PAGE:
The Iowa Caucus Is Trump’s To Lose, New Poll Shows

Former President Donald Trump holds a spatula with a hamburger on it as he works the grill during a stop at the Alpha Gamma Rho, agricultural fraternity, at Iowa State University before an NCAA college football game between Iowa State and Iowa, Saturday, Sept. 9, 2023, in Ames, Iowa. (AP Photo/Charlie Neibergall)

All the Iowa caucus polls make one thing clear: Donald Trump is winning.

The former president remains the Republican presidential primary frontrunner despite four indictments on 91 charges, a viral Georgia mugshot, being found liable of sexual abuse, and instigating an attack on the nation’s capitol less than three years ago.

The latest poll from Iowa State University and Civiqs—conducted Sept. 2-7—shows that 51% of Republican caucus-goers have named Trump their top choice. 

As is the case in many national polls, Florida Gov. Ron DeSantis is in second at 14% followed by former ambassador and South Carolina Gov. Nikki Haley at 10% and Ohio businessman Vivek Ramaswamy at 9%. 

The poll shows DeSantis leading the pack at 21% for people’s second choice followed by Ramaswamy at 18%, US Sen. Tim Scott at 16%, Trump at 13%, and Hayley at 11%.

Iowa State Political Science Professor Dave Peterson, who organized the poll with the help of four graduate students, answered five questions from Starting Line about the poll results.

Starting Line: Is there any chance Trump won’t win the Iowa Caucus?

Peterson: I am not sure what it would take. Trump is clearly the favorite of Iowa Republicans. He literally has more support than all the other candidates put together. And his supporters are committed, 75% of them say they have made up their mind. In contrast, only 25% of those not supporting Trump say they have made up their minds. I think that people underestimate their willingness to change, but that is still a pretty strong signal that Trump supporters aren’t going anywhere if nothing major changes.

Starting Line: Can Nikki Hayley or Vivek Ramaswamy catch DeSantis for that No. 2 spot?

Peterson: I think so. I’d add Tim Scott to this list too. DeSantis is in second right now, but the gap between him and the next three is fairly small. My sense is that people also know more about him than the others, meaning that he has less room to convince people who haven’t been paying as close attention. Haley, in particular, has a message that is a little distinct from the other second-tier candidates. Support for Ukraine is one of the few issues that splits the party, and she is mostly on her own supporting continued American efforts to help the Ukrainians.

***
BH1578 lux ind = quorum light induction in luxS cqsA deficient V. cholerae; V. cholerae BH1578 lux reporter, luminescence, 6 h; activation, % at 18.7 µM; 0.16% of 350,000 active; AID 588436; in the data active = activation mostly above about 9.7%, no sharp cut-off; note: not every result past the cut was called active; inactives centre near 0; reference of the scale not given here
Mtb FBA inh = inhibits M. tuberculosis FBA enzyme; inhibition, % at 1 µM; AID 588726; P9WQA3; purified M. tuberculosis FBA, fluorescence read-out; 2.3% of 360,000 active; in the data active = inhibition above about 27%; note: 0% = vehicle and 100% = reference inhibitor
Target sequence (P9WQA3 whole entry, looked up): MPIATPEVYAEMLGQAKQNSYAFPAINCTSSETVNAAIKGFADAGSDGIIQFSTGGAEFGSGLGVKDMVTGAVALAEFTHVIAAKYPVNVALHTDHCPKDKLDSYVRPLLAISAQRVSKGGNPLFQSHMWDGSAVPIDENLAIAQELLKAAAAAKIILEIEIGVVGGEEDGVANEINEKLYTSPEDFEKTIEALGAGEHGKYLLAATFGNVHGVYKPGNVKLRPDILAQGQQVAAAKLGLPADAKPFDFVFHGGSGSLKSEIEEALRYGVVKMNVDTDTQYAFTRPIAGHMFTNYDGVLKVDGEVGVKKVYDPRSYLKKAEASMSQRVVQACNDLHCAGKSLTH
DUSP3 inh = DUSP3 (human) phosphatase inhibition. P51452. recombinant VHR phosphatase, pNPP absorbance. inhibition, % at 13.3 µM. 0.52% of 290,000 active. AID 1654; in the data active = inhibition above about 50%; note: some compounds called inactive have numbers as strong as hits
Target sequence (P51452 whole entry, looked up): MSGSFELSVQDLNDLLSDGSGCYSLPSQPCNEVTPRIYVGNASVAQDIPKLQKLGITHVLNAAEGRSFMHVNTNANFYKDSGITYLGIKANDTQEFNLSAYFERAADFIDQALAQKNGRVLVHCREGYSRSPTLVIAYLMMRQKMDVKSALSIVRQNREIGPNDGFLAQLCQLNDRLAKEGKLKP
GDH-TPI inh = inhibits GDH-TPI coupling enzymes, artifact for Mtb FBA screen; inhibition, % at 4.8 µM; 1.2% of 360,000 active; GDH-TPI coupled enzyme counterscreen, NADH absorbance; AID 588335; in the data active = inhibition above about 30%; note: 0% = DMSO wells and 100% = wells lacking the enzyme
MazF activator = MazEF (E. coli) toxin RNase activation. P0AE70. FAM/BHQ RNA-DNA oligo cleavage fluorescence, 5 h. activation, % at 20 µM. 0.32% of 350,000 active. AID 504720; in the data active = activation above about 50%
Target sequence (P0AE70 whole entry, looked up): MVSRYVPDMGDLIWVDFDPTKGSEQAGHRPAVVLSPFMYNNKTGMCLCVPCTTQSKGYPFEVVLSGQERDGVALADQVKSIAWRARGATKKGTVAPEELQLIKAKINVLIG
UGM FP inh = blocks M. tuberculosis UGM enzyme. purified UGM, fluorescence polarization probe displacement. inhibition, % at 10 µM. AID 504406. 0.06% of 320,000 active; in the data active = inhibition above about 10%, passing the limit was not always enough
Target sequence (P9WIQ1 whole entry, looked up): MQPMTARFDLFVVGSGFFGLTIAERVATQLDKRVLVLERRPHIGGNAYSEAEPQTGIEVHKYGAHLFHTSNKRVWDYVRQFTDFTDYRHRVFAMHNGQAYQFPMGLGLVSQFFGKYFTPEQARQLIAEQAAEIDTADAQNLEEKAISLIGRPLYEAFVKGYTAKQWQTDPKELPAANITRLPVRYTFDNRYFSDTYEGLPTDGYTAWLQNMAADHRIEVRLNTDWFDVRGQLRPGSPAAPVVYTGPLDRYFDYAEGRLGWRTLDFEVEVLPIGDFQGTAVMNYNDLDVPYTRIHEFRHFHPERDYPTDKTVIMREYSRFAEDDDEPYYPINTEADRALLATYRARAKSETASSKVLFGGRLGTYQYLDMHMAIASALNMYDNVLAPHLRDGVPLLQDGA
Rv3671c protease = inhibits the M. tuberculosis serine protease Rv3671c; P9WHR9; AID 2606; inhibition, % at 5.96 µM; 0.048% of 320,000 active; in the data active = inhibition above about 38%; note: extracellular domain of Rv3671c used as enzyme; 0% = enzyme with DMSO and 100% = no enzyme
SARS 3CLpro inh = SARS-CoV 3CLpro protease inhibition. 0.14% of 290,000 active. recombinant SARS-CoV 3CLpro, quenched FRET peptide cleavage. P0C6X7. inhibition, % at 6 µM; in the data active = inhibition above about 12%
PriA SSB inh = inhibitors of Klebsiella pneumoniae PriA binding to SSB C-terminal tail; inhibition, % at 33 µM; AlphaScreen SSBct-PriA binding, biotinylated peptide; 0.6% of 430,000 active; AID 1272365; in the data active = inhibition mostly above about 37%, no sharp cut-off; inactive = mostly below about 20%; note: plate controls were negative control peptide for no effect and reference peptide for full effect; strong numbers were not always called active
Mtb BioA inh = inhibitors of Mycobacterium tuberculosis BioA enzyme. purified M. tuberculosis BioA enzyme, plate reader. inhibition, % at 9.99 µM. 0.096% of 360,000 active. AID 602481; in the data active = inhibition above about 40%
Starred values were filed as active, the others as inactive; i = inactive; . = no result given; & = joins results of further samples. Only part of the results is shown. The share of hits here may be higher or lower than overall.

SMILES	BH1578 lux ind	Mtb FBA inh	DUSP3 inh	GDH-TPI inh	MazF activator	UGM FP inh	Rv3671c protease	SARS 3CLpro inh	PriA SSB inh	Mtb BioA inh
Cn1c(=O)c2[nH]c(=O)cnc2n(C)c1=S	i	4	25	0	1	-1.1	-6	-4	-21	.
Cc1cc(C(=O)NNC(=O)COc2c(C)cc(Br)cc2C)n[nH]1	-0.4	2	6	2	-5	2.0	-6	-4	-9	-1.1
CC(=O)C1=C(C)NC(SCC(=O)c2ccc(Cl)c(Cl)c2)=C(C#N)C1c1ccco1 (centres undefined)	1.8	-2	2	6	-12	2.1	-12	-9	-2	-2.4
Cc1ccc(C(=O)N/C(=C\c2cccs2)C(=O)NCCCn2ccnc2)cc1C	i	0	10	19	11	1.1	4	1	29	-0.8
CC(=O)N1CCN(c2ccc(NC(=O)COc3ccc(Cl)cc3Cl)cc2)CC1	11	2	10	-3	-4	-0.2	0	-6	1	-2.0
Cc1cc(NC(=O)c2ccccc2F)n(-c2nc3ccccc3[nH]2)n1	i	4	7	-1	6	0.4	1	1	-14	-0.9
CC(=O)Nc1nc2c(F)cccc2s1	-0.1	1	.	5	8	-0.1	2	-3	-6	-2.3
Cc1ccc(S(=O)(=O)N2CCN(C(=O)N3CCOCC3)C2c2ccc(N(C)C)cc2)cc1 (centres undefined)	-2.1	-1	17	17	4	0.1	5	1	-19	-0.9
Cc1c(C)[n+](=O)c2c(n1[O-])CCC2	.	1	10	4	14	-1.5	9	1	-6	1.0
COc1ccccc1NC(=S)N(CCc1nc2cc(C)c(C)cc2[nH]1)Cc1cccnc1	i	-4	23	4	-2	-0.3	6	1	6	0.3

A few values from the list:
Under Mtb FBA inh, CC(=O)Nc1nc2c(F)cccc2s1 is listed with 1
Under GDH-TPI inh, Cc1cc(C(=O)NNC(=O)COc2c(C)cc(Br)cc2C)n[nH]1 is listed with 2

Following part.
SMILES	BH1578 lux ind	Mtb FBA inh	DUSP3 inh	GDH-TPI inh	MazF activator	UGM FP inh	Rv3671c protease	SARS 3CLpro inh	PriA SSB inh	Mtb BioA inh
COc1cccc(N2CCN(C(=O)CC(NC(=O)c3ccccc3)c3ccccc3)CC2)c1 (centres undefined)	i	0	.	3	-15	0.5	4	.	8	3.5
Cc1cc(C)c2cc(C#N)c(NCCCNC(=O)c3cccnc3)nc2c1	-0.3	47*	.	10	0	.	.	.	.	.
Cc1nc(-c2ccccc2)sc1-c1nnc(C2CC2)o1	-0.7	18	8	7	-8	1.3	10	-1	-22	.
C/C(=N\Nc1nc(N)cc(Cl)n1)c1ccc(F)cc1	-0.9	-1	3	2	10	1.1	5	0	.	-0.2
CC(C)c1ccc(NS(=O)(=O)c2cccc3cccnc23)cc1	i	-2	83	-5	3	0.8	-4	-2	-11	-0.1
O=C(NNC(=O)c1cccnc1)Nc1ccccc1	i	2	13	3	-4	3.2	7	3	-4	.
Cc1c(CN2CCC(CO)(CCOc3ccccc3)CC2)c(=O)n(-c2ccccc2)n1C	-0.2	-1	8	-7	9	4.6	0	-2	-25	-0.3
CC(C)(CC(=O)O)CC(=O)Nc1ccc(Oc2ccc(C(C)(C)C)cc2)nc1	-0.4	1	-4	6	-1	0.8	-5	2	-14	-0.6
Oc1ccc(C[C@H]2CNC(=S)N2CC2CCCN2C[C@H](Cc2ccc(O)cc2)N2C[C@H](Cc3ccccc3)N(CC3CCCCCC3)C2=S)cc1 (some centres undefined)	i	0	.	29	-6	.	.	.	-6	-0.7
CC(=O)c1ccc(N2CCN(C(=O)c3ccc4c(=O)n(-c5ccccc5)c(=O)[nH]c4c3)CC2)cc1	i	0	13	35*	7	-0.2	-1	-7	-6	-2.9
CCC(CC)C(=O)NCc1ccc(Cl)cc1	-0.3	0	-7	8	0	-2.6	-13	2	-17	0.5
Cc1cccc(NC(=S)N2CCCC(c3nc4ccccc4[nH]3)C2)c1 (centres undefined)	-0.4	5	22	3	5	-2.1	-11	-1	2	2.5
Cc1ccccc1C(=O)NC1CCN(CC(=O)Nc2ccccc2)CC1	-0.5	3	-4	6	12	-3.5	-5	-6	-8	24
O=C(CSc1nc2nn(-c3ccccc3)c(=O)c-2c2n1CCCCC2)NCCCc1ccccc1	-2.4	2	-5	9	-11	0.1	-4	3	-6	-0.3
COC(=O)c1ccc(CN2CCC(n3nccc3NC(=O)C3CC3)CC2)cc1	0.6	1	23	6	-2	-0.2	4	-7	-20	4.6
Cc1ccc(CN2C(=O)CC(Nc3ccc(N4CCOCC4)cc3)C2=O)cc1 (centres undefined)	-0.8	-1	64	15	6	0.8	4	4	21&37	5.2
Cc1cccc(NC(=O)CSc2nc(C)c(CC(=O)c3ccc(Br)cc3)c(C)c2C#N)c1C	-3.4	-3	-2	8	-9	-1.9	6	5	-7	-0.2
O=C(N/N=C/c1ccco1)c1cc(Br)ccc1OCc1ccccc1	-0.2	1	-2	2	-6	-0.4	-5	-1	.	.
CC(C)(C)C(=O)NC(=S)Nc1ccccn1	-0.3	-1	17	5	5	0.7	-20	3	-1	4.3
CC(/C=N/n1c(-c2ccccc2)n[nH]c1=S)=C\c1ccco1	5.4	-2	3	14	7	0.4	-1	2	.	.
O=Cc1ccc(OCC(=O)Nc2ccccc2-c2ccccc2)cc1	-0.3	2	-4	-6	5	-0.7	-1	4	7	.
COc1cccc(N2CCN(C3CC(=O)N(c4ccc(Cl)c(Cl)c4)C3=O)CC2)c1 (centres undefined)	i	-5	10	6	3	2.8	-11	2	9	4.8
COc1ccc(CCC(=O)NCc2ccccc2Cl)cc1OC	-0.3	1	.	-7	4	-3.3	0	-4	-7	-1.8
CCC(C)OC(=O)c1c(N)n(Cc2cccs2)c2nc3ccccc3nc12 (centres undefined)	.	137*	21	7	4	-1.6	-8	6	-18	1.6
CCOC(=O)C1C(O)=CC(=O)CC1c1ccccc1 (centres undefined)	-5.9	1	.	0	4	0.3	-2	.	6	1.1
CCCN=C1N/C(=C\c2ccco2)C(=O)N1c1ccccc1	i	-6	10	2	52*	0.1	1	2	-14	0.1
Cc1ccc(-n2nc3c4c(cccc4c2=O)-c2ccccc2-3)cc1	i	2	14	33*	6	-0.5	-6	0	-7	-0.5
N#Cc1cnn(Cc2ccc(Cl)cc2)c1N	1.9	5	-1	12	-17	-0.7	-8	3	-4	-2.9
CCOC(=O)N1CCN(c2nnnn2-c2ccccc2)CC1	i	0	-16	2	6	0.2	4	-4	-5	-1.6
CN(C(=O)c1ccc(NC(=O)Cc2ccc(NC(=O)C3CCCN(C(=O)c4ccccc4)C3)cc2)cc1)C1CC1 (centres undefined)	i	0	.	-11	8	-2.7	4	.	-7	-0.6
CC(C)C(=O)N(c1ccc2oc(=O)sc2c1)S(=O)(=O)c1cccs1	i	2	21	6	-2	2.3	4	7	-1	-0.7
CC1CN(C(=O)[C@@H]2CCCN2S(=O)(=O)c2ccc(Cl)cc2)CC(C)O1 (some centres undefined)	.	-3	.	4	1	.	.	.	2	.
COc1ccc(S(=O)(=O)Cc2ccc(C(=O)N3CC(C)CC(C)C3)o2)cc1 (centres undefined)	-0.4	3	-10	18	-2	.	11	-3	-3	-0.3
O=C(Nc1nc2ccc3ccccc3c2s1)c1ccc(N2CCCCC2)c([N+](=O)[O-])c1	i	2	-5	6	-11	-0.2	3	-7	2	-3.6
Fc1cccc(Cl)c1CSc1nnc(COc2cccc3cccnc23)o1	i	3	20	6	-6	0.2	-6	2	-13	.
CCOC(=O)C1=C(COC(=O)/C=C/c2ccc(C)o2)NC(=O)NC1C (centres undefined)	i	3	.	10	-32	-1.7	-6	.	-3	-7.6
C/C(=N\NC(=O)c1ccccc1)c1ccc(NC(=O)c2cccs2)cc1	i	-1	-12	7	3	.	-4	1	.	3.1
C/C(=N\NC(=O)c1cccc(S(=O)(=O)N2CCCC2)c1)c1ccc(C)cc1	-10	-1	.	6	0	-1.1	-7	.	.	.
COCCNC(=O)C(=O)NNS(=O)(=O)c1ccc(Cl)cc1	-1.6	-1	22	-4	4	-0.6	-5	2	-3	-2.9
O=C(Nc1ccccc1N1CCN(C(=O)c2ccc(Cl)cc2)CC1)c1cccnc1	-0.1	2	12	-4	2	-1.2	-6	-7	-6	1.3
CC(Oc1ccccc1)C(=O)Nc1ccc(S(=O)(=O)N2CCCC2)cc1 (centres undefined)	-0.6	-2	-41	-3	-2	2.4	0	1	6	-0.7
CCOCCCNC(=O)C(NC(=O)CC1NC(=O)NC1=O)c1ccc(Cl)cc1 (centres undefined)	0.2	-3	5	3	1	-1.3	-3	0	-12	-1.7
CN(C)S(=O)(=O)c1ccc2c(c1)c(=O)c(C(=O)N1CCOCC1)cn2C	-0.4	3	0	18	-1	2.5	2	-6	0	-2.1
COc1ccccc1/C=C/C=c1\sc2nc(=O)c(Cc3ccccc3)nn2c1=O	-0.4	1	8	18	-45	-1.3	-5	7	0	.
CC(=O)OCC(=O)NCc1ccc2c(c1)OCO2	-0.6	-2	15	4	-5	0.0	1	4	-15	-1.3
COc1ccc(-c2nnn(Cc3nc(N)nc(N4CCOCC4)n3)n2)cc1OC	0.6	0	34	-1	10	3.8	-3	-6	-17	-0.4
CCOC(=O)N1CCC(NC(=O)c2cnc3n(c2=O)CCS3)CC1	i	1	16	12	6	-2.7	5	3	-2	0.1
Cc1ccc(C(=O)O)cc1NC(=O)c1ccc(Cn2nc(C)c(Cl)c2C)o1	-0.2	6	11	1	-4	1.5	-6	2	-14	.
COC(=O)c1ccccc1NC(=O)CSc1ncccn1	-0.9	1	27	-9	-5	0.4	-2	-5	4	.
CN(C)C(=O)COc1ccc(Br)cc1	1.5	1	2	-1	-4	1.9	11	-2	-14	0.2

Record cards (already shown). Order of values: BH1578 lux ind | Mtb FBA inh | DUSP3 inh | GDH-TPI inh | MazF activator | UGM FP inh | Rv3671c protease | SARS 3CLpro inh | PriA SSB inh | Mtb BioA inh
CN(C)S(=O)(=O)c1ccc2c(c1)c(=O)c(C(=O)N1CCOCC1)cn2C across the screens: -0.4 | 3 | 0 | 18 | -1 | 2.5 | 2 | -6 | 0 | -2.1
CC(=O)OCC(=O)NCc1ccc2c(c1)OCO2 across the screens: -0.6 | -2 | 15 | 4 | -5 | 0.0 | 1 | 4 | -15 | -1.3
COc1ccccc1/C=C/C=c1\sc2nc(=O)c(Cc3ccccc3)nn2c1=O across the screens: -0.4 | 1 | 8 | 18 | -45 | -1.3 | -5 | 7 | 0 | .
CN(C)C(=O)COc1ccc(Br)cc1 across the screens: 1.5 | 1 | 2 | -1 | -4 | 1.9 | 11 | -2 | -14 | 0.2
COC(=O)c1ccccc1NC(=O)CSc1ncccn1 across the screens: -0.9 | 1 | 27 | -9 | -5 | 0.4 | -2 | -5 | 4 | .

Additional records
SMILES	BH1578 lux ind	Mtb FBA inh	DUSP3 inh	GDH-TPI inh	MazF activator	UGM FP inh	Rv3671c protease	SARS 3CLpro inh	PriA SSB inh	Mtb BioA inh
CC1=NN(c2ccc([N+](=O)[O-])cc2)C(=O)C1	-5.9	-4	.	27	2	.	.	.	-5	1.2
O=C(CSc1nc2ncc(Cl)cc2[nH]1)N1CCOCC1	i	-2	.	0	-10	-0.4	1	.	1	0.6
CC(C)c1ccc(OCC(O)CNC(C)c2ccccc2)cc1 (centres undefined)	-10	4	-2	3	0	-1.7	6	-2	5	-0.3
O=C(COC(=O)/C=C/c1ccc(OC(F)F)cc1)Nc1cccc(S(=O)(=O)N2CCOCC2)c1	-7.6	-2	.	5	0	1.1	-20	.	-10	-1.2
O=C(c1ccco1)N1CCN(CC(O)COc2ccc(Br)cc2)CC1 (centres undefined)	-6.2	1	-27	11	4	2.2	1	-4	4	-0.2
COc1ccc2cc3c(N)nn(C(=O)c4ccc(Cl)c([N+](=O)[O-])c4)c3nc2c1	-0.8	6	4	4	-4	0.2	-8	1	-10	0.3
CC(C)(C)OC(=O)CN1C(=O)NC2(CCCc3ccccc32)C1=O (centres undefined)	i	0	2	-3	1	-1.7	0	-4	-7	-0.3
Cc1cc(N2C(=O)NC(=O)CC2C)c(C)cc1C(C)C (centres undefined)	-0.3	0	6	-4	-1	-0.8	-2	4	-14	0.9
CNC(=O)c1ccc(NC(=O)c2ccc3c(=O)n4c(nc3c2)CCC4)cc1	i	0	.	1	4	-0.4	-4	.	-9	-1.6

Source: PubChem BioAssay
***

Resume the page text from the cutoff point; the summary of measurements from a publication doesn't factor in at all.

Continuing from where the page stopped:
Starting Line: Can Tim Scott ride the evangelical wave to a top 3 finish?

Peterson: Tim Scott’s big strength right now is that he has very little opposition. Fewer than half as many respondents in our survey say they oppose him as said they oppose any of the other top candidates. He might have the highest ceiling of any candidate other than Trump.

Starting Line: Aside from Pence’s low polling (Pence was 1% in the ISU/Civiqs poll), what’s your biggest takeaway from the results?

Peterson: This is Trump’s party and Trump’s campaign to lose. I am not sure what is going to change that. The plurality of our Republican respondents thought that Trump won the election and had it stolen from him and think that he didn’t do anything wrong in any of his legal cases. Those seem like to two largest possible liabilities for him, and his supporters in our survey just don’t believe those things.


by Ty Rushing

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1 Comment on "The Iowa Caucus Is Trump’s To Lose, New Poll Shows"

  • Need better proofreading. According to this article Trump is at 51% and 13%. Also Nikki’s last name is spelled “Haley” not “Hayley.” BTW…America deserves better than a Biden-Trump rematch. If those are the nominees, then I’m looking at 3rd party candidates.

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